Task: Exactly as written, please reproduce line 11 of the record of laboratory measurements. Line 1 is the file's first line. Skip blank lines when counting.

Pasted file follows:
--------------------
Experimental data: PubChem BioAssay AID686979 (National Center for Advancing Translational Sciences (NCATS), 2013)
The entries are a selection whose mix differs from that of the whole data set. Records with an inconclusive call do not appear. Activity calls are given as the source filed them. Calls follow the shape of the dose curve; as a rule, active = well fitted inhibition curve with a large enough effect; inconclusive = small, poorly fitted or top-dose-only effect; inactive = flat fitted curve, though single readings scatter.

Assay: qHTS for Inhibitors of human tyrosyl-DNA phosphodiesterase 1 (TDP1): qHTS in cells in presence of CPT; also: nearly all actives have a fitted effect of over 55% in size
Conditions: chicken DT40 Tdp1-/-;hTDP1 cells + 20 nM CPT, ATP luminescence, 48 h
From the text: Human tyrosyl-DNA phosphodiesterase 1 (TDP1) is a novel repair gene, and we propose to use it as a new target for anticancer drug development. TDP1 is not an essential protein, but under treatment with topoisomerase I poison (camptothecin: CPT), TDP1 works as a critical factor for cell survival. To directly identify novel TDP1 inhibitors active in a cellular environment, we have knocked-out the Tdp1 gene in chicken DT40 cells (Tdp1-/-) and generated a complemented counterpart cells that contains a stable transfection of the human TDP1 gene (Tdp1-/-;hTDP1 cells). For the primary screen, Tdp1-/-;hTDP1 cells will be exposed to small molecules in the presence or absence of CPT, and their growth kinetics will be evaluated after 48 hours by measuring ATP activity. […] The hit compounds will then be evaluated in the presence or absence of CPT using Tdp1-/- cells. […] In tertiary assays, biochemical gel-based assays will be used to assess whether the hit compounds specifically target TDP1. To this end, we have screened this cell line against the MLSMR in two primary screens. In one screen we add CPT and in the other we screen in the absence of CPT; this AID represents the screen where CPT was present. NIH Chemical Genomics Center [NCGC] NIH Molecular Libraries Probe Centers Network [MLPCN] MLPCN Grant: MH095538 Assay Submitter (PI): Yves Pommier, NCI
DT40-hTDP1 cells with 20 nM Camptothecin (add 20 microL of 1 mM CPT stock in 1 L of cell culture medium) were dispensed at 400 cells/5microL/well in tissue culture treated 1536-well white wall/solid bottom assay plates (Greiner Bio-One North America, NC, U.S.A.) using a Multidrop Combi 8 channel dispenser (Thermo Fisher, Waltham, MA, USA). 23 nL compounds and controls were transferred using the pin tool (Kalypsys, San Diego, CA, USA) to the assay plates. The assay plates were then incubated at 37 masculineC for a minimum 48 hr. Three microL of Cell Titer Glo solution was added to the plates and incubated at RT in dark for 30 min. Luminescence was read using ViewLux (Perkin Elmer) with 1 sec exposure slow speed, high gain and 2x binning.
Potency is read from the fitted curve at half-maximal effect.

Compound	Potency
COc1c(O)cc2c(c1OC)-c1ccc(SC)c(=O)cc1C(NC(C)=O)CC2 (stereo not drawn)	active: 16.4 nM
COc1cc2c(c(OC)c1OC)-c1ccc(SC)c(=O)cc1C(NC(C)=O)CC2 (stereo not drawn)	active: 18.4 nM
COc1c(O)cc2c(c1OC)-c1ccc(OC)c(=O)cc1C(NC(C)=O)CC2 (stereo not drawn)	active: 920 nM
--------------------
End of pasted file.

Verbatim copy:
COc1c(O)cc2c(c1OC)-c1ccc(OC)c(=O)cc1C(NC(C)=O)CC2 (stereo not drawn)	active: 920 nM